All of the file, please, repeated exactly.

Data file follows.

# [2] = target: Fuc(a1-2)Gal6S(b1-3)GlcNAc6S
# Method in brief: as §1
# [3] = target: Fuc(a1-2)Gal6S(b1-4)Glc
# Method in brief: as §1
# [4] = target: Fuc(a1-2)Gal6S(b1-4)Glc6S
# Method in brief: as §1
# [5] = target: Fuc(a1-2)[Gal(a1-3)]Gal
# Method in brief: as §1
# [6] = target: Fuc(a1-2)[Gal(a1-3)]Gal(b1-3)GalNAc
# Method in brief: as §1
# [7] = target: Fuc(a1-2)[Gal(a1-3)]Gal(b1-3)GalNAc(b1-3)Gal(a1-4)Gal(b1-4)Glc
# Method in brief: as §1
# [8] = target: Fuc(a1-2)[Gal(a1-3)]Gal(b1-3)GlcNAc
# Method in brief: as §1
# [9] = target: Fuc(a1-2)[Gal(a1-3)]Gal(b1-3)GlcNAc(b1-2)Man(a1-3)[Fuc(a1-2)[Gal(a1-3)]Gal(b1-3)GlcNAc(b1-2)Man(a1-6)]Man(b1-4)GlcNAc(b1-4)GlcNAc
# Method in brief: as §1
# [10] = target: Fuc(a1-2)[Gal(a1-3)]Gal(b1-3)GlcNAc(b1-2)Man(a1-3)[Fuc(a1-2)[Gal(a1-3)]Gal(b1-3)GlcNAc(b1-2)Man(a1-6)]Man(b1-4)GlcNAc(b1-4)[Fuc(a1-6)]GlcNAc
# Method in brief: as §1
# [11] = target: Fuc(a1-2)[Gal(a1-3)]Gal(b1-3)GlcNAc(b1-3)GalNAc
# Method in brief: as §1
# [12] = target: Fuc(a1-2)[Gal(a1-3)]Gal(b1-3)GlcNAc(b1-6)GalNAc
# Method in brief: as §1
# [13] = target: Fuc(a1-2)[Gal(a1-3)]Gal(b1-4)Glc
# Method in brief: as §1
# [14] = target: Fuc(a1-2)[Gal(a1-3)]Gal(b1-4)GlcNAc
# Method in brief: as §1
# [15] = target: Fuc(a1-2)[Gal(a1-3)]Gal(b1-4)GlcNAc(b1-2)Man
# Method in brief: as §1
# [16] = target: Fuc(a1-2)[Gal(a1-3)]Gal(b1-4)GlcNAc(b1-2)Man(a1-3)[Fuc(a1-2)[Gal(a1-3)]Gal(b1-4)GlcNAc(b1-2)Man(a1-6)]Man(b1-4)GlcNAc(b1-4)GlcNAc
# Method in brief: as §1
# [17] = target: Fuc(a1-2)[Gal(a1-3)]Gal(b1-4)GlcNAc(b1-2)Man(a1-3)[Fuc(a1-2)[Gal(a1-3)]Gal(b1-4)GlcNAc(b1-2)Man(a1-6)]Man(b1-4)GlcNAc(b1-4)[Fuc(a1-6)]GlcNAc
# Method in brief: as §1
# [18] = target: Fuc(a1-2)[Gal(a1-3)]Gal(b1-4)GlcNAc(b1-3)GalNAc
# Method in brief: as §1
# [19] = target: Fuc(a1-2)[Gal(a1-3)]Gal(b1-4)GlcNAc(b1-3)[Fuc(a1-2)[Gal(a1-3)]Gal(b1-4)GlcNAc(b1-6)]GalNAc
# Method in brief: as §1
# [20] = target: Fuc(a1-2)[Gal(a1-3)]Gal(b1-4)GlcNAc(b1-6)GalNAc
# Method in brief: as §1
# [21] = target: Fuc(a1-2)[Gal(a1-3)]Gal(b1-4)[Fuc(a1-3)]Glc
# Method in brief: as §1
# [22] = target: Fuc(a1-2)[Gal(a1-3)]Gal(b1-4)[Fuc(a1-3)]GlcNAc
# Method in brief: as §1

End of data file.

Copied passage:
# [2] = target: Fuc(a1-2)Gal6S(b1-3)GlcNAc6S
# Method in brief: as §1
# [3] = target: Fuc(a1-2)Gal6S(b1-4)Glc
# Method in brief: as §1
# [4] = target: Fuc(a1-2)Gal6S(b1-4)Glc6S
# Method in brief: as §1
# [5] = target: Fuc(a1-2)[Gal(a1-3)]Gal
# Method in brief: as §1
# [6] = target: Fuc(a1-2)[Gal(a1-3)]Gal(b1-3)GalNAc
# Method in brief: as §1
# [7] = target: Fuc(a1-2)[Gal(a1-3)]Gal(b1-3)GalNAc(b1-3)Gal(a1-4)Gal(b1-4)Glc
# Method in brief: as §1
# [8] = target: Fuc(a1-2)[Gal(a1-3)]Gal(b1-3)GlcNAc
# Method in brief: as §1
# [9] = target: Fuc(a1-2)[Gal(a1-3)]Gal(b1-3)GlcNAc(b1-2)Man(a1-3)[Fuc(a1-2)[Gal(a1-3)]Gal(b1-3)GlcNAc(b1-2)Man(a1-6)]Man(b1-4)GlcNAc(b1-4)GlcNAc
# Method in brief: as §1
# [10] = target: Fuc(a1-2)[Gal(a1-3)]Gal(b1-3)GlcNAc(b1-2)Man(a1-3)[Fuc(a1-2)[Gal(a1-3)]Gal(b1-3)GlcNAc(b1-2)Man(a1-6)]Man(b1-4)GlcNAc(b1-4)[Fuc(a1-6)]GlcNAc
# Method in brief: as §1
# [11] = target: Fuc(a1-2)[Gal(a1-3)]Gal(b1-3)GlcNAc(b1-3)GalNAc
# Method in brief: as §1
# [12] = target: Fuc(a1-2)[Gal(a1-3)]Gal(b1-3)GlcNAc(b1-6)GalNAc
# Method in brief: as §1
# [13] = target: Fuc(a1-2)[Gal(a1-3)]Gal(b1-4)Glc
# Method in brief: as §1
# [14] = target: Fuc(a1-2)[Gal(a1-3)]Gal(b1-4)GlcNAc
# Method in brief: as §1
# [15] = target: Fuc(a1-2)[Gal(a1-3)]Gal(b1-4)GlcNAc(b1-2)Man
# Method in brief: as §1
# [16] = target: Fuc(a1-2)[Gal(a1-3)]Gal(b1-4)GlcNAc(b1-2)Man(a1-3)[Fuc(a1-2)[Gal(a1-3)]Gal(b1-4)GlcNAc(b1-2)Man(a1-6)]Man(b1-4)GlcNAc(b1-4)GlcNAc
# Method in brief: as §1
# [17] = target: Fuc(a1-2)[Gal(a1-3)]Gal(b1-4)GlcNAc(b1-2)Man(a1-3)[Fuc(a1-2)[Gal(a1-3)]Gal(b1-4)GlcNAc(b1-2)Man(a1-6)]Man(b1-4)GlcNAc(b1-4)[Fuc(a1-6)]GlcNAc
# Method in brief: as §1
# [18] = target: Fuc(a1-2)[Gal(a1-3)]Gal(b1-4)GlcNAc(b1-3)GalNAc
# Method in brief: as §1
# [19] = target: Fuc(a1-2)[Gal(a1-3)]Gal(b1-4)GlcNAc(b1-3)[Fuc(a1-2)[Gal(a1-3)]Gal(b1-4)GlcNAc(b1-6)]GalNAc
# Method in brief: as §1
# [20] = target: Fuc(a1-2)[Gal(a1-3)]Gal(b1-4)GlcNAc(b1-6)GalNAc
# Method in brief: as §1
# [21] = target: Fuc(a1-2)[Gal(a1-3)]Gal(b1-4)[Fuc(a1-3)]Glc
# Method in brief: as §1
# [22] = target: Fuc(a1-2)[Gal(a1-3)]Gal(b1-4)[Fuc(a1-3)]GlcNAc
# Method in brief: as §1